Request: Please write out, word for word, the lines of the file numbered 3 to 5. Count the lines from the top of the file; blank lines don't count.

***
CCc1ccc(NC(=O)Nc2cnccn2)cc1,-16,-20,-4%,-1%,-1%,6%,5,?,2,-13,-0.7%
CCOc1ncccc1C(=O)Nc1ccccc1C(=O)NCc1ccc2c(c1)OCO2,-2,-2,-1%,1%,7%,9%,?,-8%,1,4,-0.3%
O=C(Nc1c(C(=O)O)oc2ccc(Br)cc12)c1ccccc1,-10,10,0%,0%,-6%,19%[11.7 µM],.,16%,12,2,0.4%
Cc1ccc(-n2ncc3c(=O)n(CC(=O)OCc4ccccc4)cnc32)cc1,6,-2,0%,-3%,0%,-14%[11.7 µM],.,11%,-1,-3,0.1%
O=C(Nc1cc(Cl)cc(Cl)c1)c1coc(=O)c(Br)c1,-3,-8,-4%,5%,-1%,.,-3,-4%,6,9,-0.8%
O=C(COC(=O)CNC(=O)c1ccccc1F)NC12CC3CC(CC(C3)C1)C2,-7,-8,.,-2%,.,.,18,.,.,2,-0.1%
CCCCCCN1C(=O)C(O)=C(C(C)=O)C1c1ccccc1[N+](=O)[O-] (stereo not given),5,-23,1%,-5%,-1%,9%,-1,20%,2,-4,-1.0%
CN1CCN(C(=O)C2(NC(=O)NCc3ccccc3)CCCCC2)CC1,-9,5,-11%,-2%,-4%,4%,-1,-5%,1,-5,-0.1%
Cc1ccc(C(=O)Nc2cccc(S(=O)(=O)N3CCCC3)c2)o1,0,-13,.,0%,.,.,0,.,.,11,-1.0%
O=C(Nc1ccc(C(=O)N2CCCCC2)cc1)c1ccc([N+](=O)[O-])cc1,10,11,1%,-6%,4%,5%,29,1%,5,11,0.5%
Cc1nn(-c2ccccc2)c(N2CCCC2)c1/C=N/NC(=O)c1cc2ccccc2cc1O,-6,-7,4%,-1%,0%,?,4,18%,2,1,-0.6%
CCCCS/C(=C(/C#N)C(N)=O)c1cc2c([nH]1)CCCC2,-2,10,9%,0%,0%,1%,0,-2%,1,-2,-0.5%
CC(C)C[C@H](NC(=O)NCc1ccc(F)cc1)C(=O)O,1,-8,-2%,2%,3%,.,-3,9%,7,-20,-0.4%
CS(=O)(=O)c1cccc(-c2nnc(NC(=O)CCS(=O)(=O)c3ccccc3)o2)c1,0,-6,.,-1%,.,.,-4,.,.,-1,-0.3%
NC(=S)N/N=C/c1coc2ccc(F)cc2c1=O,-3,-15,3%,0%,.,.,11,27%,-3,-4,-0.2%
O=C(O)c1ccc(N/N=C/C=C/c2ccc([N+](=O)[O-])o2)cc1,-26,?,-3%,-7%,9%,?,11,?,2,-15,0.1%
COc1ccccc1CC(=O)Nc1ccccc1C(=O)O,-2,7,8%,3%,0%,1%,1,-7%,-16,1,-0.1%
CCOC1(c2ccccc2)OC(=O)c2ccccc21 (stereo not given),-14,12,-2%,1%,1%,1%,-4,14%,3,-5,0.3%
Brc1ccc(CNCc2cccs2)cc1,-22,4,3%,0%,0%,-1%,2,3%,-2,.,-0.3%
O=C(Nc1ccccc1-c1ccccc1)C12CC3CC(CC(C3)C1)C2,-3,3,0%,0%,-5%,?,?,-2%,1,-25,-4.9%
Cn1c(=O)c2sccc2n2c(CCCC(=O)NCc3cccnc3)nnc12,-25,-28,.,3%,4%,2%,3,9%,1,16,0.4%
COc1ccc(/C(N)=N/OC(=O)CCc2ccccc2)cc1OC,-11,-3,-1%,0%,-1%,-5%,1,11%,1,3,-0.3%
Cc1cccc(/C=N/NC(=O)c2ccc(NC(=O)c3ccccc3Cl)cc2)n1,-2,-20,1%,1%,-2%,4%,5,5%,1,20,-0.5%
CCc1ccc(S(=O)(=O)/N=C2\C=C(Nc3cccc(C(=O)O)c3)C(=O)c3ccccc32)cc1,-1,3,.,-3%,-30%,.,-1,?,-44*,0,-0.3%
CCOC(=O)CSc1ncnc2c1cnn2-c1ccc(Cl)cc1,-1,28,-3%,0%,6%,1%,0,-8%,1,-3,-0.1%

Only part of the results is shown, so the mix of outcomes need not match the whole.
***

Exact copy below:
O=C(Nc1c(C(=O)O)oc2ccc(Br)cc12)c1ccccc1,-10,10,0%,0%,-6%,19%[11.7 µM],.,16%,12,2,0.4%
Cc1ccc(-n2ncc3c(=O)n(CC(=O)OCc4ccccc4)cnc32)cc1,6,-2,0%,-3%,0%,-14%[11.7 µM],.,11%,-1,-3,0.1%
O=C(Nc1cc(Cl)cc(Cl)c1)c1coc(=O)c(Br)c1,-3,-8,-4%,5%,-1%,.,-3,-4%,6,9,-0.8%